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Surgical intervention in childhood intermittent exotropia: current practice and clinical outcomes from an observational cohort study
  1. Deborah Buck1,
  2. Christine J Powell2,
  3. John J Sloper3,
  4. Robert Taylor4,
  5. Peter Tiffin5,
  6. Michael P Clarke1,2, for the Improving Outcomes in Intermittent Exotropia (IOXT) Study group
  1. 1Institute of Neuroscience, Newcastle University, Newcastle upon Tyne, UK
  2. 2Royal Victoria Infirmary Eye Department, Newcastle upon Tyne Hospitals NHS Trust, Newcastle upon Tyne, UK
  3. 3Department of Strabismus and Paediatric, Moorfields Eye Hospital, London, UK
  4. 4Department of Ophthalmology, York Hospitals NHS Trust, York, UK
  5. 5Ophthalmology Unit, Sunderland Eye Infirmary, Sunderland, UK
  1. Correspondence to Dr Deborah Buck, Institute of Neuroscience, c/o Clinical Trials Unit, 4th Floor William Leech Building, Medical School, Newcastle University, Newcastle upon Tyne NE2 4HH, UK; deborah.buck{at}ncl.ac.uk

Abstract

Purpose To describe surgical outcomes in intermittent exotropia (X(T)), and to relate these to preoperative and surgical characteristics.

Methods 87 children (aged <11 years) underwent surgery in 18 UK centres; review data (mean 21 months post-surgery) were available for 72. The primary outcome measure was motor/sensory outcome (angle and stereoacuity). The secondary outcome measure was satisfactory control assessed by Newcastle Control Score (NCS).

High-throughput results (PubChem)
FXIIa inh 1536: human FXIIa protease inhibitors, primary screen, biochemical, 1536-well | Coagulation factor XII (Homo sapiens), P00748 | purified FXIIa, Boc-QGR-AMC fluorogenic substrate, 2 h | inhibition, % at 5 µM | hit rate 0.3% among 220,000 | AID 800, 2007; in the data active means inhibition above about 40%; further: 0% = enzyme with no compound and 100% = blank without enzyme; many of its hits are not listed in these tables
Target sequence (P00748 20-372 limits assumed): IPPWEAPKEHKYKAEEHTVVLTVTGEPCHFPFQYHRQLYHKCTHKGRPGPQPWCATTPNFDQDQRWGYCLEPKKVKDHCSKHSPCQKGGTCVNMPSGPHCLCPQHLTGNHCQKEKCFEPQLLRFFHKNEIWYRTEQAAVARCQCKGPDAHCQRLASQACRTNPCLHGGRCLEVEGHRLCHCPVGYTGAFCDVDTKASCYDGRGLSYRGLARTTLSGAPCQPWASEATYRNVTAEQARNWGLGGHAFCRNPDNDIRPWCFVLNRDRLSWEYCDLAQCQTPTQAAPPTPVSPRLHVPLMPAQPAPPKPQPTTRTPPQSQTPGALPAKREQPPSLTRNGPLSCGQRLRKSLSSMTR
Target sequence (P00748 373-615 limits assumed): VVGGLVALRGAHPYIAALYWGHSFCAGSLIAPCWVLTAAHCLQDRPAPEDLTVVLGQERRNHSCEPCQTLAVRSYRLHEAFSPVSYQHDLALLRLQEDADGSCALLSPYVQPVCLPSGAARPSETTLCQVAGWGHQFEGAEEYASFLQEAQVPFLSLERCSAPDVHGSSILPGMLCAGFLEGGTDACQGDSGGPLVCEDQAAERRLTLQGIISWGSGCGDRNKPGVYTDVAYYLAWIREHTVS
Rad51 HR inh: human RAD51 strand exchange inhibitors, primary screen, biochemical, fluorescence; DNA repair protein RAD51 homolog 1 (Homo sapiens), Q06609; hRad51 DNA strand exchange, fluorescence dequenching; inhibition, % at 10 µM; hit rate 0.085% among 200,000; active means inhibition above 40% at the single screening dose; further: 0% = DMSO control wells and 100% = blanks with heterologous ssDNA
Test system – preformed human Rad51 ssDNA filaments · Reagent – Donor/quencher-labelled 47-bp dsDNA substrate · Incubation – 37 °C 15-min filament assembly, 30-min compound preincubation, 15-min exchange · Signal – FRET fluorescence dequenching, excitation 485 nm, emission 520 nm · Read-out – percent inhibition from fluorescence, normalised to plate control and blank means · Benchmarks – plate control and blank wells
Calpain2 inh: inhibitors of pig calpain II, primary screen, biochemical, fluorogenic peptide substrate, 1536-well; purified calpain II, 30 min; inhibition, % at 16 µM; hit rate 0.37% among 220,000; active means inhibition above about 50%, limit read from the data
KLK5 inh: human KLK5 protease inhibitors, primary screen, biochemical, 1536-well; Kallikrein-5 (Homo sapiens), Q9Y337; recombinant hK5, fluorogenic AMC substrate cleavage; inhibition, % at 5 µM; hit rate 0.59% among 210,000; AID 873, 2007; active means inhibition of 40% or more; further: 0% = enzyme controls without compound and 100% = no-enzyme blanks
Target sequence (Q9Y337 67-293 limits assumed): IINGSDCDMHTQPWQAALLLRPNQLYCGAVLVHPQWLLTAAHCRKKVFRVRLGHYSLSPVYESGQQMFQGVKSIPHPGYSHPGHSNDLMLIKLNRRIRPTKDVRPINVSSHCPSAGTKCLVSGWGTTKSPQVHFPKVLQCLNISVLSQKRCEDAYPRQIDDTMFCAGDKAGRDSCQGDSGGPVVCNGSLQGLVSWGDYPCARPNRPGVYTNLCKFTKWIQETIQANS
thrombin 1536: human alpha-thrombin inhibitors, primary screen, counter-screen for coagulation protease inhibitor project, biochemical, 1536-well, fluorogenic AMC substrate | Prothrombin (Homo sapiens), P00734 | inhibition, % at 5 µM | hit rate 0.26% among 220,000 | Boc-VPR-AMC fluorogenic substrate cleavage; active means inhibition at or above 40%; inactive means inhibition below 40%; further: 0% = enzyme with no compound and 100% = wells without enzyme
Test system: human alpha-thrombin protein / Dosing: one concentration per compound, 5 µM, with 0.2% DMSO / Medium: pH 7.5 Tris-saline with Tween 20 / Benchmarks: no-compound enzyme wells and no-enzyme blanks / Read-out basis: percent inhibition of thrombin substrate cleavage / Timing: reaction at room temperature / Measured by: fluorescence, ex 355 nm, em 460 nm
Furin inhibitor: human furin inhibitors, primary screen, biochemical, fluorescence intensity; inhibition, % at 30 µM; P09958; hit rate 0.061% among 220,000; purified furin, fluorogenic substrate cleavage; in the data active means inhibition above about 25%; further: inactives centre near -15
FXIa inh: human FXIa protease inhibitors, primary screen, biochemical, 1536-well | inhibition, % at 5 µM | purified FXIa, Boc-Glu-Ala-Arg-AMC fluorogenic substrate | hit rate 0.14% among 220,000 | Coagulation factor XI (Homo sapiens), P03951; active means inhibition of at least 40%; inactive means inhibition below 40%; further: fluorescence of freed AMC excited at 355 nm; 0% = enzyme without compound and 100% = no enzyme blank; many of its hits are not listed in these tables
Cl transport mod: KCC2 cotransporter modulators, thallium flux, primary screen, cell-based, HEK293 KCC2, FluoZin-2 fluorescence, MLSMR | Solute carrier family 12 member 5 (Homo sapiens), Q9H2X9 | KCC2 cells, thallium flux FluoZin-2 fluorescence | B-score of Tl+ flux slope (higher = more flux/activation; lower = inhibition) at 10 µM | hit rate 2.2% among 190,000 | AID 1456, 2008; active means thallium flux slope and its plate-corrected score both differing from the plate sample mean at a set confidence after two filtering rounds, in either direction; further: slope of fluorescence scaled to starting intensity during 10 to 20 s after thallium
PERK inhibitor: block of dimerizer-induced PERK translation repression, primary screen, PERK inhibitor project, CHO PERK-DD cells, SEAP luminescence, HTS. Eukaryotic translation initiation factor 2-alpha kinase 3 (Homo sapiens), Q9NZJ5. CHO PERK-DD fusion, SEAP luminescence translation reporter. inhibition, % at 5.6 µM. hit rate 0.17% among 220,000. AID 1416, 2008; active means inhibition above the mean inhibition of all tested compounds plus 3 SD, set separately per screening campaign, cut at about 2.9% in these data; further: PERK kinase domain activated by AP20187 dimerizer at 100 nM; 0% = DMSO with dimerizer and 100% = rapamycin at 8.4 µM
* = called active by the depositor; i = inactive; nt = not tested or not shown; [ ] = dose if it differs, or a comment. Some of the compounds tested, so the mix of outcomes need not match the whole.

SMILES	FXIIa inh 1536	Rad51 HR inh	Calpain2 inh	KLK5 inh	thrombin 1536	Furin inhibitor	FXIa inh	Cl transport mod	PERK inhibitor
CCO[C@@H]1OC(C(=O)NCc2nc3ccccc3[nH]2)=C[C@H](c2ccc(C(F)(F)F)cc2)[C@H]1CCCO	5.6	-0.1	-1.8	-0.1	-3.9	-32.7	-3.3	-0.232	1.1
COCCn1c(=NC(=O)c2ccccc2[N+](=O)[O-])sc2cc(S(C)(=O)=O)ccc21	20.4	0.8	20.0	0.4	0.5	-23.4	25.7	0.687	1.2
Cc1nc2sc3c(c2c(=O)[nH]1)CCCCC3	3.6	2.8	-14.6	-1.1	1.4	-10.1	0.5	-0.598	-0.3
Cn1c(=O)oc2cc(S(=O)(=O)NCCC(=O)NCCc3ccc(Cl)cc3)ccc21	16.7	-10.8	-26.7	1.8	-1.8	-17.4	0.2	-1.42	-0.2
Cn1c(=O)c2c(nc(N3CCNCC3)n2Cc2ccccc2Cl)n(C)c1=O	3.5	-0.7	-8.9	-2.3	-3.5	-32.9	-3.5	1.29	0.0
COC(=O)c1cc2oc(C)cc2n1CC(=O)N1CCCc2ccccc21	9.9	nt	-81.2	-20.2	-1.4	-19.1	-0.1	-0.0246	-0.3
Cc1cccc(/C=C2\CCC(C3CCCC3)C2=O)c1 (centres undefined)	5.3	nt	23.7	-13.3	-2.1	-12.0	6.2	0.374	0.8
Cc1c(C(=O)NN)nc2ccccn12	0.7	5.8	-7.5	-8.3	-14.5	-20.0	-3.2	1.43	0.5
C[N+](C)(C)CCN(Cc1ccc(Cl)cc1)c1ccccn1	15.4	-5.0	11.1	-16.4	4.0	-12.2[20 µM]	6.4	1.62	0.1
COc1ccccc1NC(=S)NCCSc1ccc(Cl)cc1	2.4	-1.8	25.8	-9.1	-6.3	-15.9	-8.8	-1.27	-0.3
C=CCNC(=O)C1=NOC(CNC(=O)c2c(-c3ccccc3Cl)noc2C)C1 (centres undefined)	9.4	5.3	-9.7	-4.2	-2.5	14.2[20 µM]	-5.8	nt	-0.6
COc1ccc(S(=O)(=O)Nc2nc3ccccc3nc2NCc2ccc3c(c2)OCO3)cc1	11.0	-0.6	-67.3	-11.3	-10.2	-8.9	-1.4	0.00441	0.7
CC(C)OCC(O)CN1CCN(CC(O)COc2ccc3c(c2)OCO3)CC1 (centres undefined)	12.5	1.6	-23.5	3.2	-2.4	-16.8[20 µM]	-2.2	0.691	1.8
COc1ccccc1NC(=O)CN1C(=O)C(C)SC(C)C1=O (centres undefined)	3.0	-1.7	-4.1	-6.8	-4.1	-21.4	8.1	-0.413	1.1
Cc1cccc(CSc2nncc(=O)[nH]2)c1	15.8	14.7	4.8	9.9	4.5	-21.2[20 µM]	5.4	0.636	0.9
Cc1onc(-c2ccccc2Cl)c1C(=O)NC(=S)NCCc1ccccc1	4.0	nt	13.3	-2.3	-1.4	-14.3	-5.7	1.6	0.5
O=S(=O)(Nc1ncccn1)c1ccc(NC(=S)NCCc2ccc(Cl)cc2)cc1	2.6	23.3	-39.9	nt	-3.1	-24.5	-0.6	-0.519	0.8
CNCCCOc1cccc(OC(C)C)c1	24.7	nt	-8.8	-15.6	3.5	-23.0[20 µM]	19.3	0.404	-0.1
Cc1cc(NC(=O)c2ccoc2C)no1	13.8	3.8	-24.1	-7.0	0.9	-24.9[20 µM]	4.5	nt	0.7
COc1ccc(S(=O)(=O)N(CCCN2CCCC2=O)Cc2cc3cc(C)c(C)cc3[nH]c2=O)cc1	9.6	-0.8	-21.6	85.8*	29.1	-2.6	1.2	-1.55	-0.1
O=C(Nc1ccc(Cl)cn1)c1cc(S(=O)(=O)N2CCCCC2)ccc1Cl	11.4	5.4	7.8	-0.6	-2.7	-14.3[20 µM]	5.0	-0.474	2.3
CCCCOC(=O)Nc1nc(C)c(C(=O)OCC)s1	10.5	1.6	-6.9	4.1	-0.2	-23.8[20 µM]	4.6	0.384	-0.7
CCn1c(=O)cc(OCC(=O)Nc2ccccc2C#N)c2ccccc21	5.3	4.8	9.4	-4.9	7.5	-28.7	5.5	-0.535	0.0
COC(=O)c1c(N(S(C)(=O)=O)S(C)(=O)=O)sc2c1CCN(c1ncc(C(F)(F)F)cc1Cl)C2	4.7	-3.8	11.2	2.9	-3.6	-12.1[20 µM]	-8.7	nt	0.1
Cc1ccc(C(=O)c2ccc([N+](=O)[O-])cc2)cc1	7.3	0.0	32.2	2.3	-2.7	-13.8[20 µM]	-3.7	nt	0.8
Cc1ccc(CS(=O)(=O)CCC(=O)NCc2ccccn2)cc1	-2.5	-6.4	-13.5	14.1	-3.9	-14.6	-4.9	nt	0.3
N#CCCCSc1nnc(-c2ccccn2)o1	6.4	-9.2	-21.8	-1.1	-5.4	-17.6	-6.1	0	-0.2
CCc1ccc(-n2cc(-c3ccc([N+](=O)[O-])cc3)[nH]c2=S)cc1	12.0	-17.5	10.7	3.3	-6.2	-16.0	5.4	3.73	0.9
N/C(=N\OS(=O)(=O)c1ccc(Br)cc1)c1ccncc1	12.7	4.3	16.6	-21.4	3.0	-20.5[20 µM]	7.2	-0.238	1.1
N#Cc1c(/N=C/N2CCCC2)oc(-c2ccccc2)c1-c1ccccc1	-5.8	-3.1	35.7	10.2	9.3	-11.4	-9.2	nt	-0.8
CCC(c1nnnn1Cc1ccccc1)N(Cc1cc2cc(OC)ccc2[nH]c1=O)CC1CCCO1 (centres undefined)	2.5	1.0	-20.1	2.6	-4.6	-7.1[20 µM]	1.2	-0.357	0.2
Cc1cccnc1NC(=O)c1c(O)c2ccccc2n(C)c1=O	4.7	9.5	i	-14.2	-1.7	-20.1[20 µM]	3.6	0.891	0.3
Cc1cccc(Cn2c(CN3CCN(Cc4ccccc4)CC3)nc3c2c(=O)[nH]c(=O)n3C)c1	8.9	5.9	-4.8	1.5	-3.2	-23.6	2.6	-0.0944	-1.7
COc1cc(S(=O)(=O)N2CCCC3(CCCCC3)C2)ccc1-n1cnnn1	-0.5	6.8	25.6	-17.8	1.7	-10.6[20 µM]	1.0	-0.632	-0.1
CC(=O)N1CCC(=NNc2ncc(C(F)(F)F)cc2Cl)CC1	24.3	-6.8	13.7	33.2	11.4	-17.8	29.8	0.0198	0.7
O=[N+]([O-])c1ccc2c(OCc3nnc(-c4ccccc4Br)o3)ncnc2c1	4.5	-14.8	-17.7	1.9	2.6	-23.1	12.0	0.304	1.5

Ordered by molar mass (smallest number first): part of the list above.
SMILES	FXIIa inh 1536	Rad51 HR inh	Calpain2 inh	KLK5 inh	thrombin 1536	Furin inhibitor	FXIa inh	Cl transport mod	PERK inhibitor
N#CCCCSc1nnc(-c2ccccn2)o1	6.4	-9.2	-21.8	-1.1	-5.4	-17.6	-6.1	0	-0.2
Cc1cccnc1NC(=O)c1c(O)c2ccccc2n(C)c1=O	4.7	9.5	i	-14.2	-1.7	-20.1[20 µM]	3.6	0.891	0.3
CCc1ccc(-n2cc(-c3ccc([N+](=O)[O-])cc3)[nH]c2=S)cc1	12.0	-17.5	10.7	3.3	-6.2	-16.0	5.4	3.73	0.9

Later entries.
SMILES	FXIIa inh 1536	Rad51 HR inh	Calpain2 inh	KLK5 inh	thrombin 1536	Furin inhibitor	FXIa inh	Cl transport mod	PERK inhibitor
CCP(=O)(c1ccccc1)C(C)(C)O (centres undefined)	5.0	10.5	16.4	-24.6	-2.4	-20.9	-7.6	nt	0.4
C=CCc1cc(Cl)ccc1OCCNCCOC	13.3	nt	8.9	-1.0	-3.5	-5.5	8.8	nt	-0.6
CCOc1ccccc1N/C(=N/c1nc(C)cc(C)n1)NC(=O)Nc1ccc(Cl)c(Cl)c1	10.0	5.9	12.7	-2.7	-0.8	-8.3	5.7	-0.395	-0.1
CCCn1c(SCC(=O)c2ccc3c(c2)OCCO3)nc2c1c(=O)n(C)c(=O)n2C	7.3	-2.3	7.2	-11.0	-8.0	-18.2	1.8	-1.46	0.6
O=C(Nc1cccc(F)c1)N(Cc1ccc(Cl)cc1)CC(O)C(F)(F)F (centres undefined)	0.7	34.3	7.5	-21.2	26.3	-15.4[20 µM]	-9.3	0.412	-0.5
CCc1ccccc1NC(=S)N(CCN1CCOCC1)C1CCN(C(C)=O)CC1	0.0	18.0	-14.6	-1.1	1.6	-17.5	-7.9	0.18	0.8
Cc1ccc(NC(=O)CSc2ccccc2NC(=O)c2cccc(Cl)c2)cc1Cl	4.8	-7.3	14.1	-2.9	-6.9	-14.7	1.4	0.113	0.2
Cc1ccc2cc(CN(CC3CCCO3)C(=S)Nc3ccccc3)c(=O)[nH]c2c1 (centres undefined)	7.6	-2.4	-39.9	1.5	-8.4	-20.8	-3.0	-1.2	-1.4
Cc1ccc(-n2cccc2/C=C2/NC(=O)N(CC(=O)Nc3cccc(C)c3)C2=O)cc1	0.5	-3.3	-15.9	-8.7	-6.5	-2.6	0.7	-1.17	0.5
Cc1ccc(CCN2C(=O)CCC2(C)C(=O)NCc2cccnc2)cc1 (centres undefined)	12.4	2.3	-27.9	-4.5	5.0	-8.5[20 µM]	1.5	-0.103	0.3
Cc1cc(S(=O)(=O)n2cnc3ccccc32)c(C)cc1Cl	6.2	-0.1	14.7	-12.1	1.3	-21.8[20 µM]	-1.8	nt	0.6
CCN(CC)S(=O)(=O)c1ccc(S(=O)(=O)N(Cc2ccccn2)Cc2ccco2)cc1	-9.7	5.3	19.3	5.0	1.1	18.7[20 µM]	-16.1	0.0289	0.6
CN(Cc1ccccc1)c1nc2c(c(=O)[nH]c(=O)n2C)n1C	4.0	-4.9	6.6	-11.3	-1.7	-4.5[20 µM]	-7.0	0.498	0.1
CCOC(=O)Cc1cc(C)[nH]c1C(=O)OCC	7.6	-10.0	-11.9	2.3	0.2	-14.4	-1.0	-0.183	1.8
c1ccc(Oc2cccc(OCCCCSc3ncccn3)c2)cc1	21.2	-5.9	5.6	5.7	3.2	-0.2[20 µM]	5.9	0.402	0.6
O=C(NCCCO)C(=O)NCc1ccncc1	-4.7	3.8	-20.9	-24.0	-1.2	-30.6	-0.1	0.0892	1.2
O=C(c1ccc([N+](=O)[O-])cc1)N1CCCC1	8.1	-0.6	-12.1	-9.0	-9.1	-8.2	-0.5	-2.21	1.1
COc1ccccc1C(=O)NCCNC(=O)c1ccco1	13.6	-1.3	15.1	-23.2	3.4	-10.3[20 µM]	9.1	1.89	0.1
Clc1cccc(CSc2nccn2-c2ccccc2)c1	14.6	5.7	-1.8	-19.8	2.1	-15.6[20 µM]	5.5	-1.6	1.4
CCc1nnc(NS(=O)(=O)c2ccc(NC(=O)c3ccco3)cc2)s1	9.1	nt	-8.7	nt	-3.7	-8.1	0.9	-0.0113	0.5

Results 35% of patients had excellent, 28% had fair and 37% had poor primary outcome. Preoperative and surgical characteristics did not influence primary outcome. Satisfactory control was achieved in 65% of patients, while X(T) remained/recurred in 20%. Persistent over-correction occurred in 15% of children. There was no relationship between over-correction and preoperative characteristics or surgical dose/type. Median angle improved by 12 prism dioptres (PD) at near and 19 PD at distance (p<0.001). Median NCS improved by 5 (p<0.001). 40% of those initially over-corrected remained so by last postoperative assessment; no relationship was found between an initial over-correction and good outcome.

Conclusions Whilst excellent motor/sensory outcome was achieved in one-third and satisfactory control in two-thirds of patients, the 37% poor outcome and 15% persistent over-correction rate is of concern. Surgical dose was similar in those under- and over-corrected, suggesting that over-corrections cannot be avoided merely by getting the dosage right: a randomised controlled trial (RCT) would shed light on this issue. Initial over-correction did not improve the chance of a good outcome, supporting the growing literature on this topic and further highlighting the need for randomised controlled trials of X(T) surgery.

  • Treatment Surgery
  • Child health (paediatrics)

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